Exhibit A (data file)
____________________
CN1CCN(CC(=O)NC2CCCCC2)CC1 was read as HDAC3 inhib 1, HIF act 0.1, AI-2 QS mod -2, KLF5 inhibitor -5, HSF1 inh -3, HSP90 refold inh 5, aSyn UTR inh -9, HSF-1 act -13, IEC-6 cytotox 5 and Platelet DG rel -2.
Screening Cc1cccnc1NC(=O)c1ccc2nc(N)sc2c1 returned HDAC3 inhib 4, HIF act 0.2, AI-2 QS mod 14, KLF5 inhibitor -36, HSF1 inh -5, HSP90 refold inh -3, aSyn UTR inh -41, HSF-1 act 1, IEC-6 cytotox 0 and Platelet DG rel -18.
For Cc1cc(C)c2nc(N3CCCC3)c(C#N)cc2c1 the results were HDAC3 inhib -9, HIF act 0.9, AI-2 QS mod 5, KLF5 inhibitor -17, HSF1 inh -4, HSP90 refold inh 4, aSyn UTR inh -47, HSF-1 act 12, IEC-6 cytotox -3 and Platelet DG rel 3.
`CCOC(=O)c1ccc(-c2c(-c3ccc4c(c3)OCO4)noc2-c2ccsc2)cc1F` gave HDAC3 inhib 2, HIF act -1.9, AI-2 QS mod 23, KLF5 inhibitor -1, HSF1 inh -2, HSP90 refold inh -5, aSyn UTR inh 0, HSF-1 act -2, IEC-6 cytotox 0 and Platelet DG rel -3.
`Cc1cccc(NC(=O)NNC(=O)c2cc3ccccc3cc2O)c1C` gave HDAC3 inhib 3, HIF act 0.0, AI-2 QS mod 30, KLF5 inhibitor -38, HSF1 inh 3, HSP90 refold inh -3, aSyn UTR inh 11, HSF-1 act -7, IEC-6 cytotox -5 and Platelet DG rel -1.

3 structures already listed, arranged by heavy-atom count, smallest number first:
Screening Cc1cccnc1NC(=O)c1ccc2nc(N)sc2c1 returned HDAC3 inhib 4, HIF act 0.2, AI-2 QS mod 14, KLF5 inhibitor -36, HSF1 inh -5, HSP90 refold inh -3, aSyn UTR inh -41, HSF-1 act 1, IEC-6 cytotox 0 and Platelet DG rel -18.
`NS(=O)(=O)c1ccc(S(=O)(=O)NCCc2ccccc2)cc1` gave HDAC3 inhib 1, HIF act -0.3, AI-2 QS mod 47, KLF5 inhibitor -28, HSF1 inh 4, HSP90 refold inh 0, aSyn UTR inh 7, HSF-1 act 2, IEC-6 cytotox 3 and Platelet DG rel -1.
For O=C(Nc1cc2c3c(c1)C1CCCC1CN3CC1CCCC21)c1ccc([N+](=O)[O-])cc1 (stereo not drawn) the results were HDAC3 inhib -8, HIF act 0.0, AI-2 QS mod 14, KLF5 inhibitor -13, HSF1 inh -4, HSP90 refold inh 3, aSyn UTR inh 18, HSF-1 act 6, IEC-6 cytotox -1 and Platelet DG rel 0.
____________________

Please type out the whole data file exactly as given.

CN1CCN(CC(=O)NC2CCCCC2)CC1 was read as HDAC3 inhib 1, HIF act 0.1, AI-2 QS mod -2, KLF5 inhibitor -5, HSF1 inh -3, HSP90 refold inh 5, aSyn UTR inh -9, HSF-1 act -13, IEC-6 cytotox 5 and Platelet DG rel -2.
Screening Cc1cccnc1NC(=O)c1ccc2nc(N)sc2c1 returned HDAC3 inhib 4, HIF act 0.2, AI-2 QS mod 14, KLF5 inhibitor -36, HSF1 inh -5, HSP90 refold inh -3, aSyn UTR inh -41, HSF-1 act 1, IEC-6 cytotox 0 and Platelet DG rel -18.
For Cc1cc(C)c2nc(N3CCCC3)c(C#N)cc2c1 the results were HDAC3 inhib -9, HIF act 0.9, AI-2 QS mod 5, KLF5 inhibitor -17, HSF1 inh -4, HSP90 refold inh 4, aSyn UTR inh -47, HSF-1 act 12, IEC-6 cytotox -3 and Platelet DG rel 3.
`CCOC(=O)c1ccc(-c2c(-c3ccc4c(c3)OCO4)noc2-c2ccsc2)cc1F` gave HDAC3 inhib 2, HIF act -1.9, AI-2 QS mod 23, KLF5 inhibitor -1, HSF1 inh -2, HSP90 refold inh -5, aSyn UTR inh 0, HSF-1 act -2, IEC-6 cytotox 0 and Platelet DG rel -3.
`Cc1cccc(NC(=O)NNC(=O)c2cc3ccccc3cc2O)c1C` gave HDAC3 inhib 3, HIF act 0.0, AI-2 QS mod 30, KLF5 inhibitor -38, HSF1 inh 3, HSP90 refold inh -3, aSyn UTR inh 11, HSF-1 act -7, IEC-6 cytotox -5 and Platelet DG rel -1.

3 structures already listed, arranged by heavy-atom count, smallest number first:
Screening Cc1cccnc1NC(=O)c1ccc2nc(N)sc2c1 returned HDAC3 inhib 4, HIF act 0.2, AI-2 QS mod 14, KLF5 inhibitor -36, HSF1 inh -5, HSP90 refold inh -3, aSyn UTR inh -41, HSF-1 act 1, IEC-6 cytotox 0 and Platelet DG rel -18.
`NS(=O)(=O)c1ccc(S(=O)(=O)NCCc2ccccc2)cc1` gave HDAC3 inhib 1, HIF act -0.3, AI-2 QS mod 47, KLF5 inhibitor -28, HSF1 inh 4, HSP90 refold inh 0, aSyn UTR inh 7, HSF-1 act 2, IEC-6 cytotox 3 and Platelet DG rel -1.
For O=C(Nc1cc2c3c(c1)C1CCCC1CN3CC1CCCC21)c1ccc([N+](=O)[O-])cc1 (stereo not drawn) the results were HDAC3 inhib -8, HIF act 0.0, AI-2 QS mod 14, KLF5 inhibitor -13, HSF1 inh -4, HSP90 refold inh 3, aSyn UTR inh 18, HSF-1 act 6, IEC-6 cytotox -1 and Platelet DG rel 0.